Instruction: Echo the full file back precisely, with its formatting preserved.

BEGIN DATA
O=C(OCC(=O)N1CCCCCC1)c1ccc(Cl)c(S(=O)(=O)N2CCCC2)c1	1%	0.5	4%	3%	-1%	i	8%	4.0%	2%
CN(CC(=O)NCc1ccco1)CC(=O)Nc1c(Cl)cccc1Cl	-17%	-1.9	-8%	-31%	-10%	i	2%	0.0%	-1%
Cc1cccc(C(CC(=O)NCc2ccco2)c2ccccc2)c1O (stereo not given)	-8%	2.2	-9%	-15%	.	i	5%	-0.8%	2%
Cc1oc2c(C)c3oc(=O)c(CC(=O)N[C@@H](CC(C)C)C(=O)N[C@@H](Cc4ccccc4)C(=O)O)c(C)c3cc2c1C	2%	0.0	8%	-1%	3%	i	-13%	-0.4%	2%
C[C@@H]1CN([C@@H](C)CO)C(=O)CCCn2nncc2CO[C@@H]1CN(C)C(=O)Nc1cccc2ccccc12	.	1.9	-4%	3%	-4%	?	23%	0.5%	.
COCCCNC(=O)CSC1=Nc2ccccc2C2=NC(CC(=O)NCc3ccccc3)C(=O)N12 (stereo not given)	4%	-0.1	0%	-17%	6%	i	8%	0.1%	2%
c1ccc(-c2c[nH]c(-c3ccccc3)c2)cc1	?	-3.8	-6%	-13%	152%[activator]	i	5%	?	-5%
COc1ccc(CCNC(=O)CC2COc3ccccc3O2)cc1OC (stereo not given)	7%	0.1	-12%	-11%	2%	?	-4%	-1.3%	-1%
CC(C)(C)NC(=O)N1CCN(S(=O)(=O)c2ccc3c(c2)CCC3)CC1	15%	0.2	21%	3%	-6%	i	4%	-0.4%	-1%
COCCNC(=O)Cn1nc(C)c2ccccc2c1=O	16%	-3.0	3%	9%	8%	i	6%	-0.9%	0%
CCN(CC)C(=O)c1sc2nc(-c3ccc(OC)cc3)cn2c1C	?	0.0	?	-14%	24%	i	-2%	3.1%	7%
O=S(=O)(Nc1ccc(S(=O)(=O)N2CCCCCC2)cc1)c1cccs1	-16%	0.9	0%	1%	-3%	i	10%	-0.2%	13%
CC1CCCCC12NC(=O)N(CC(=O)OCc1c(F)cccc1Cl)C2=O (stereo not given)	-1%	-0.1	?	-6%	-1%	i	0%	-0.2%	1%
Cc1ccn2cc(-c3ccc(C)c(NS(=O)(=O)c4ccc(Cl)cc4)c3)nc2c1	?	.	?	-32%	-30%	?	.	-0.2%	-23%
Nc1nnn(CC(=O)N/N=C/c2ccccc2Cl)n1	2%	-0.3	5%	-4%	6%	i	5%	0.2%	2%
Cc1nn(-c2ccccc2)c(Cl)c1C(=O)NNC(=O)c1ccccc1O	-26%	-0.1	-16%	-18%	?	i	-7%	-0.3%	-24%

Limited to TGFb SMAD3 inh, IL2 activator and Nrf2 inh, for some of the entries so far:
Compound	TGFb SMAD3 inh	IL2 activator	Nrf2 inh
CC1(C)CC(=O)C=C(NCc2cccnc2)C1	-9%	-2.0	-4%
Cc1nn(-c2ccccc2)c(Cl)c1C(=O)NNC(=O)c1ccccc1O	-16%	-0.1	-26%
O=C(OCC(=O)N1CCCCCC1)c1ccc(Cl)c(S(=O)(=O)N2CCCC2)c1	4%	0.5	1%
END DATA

O=C(OCC(=O)N1CCCCCC1)c1ccc(Cl)c(S(=O)(=O)N2CCCC2)c1	1%	0.5	4%	3%	-1%	i	8%	4.0%	2%
CN(CC(=O)NCc1ccco1)CC(=O)Nc1c(Cl)cccc1Cl	-17%	-1.9	-8%	-31%	-10%	i	2%	0.0%	-1%
Cc1cccc(C(CC(=O)NCc2ccco2)c2ccccc2)c1O (stereo not given)	-8%	2.2	-9%	-15%	.	i	5%	-0.8%	2%
Cc1oc2c(C)c3oc(=O)c(CC(=O)N[C@@H](CC(C)C)C(=O)N[C@@H](Cc4ccccc4)C(=O)O)c(C)c3cc2c1C	2%	0.0	8%	-1%	3%	i	-13%	-0.4%	2%
C[C@@H]1CN([C@@H](C)CO)C(=O)CCCn2nncc2CO[C@@H]1CN(C)C(=O)Nc1cccc2ccccc12	.	1.9	-4%	3%	-4%	?	23%	0.5%	.
COCCCNC(=O)CSC1=Nc2ccccc2C2=NC(CC(=O)NCc3ccccc3)C(=O)N12 (stereo not given)	4%	-0.1	0%	-17%	6%	i	8%	0.1%	2%
c1ccc(-c2c[nH]c(-c3ccccc3)c2)cc1	?	-3.8	-6%	-13%	152%[activator]	i	5%	?	-5%
COc1ccc(CCNC(=O)CC2COc3ccccc3O2)cc1OC (stereo not given)	7%	0.1	-12%	-11%	2%	?	-4%	-1.3%	-1%
CC(C)(C)NC(=O)N1CCN(S(=O)(=O)c2ccc3c(c2)CCC3)CC1	15%	0.2	21%	3%	-6%	i	4%	-0.4%	-1%
COCCNC(=O)Cn1nc(C)c2ccccc2c1=O	16%	-3.0	3%	9%	8%	i	6%	-0.9%	0%
CCN(CC)C(=O)c1sc2nc(-c3ccc(OC)cc3)cn2c1C	?	0.0	?	-14%	24%	i	-2%	3.1%	7%
O=S(=O)(Nc1ccc(S(=O)(=O)N2CCCCCC2)cc1)c1cccs1	-16%	0.9	0%	1%	-3%	i	10%	-0.2%	13%
CC1CCCCC12NC(=O)N(CC(=O)OCc1c(F)cccc1Cl)C2=O (stereo not given)	-1%	-0.1	?	-6%	-1%	i	0%	-0.2%	1%
Cc1ccn2cc(-c3ccc(C)c(NS(=O)(=O)c4ccc(Cl)cc4)c3)nc2c1	?	.	?	-32%	-30%	?	.	-0.2%	-23%
Nc1nnn(CC(=O)N/N=C/c2ccccc2Cl)n1	2%	-0.3	5%	-4%	6%	i	5%	0.2%	2%
Cc1nn(-c2ccccc2)c(Cl)c1C(=O)NNC(=O)c1ccccc1O	-26%	-0.1	-16%	-18%	?	i	-7%	-0.3%	-24%

Limited to TGFb SMAD3 inh, IL2 activator and Nrf2 inh, for some of the entries so far:
Compound	TGFb SMAD3 inh	IL2 activator	Nrf2 inh
CC1(C)CC(=O)C=C(NCc2cccnc2)C1	-9%	-2.0	-4%
Cc1nn(-c2ccccc2)c(Cl)c1C(=O)NNC(=O)c1ccccc1O	-16%	-0.1	-26%
O=C(OCC(=O)N1CCCCCC1)c1ccc(Cl)c(S(=O)(=O)N2CCCC2)c1	4%	0.5	1%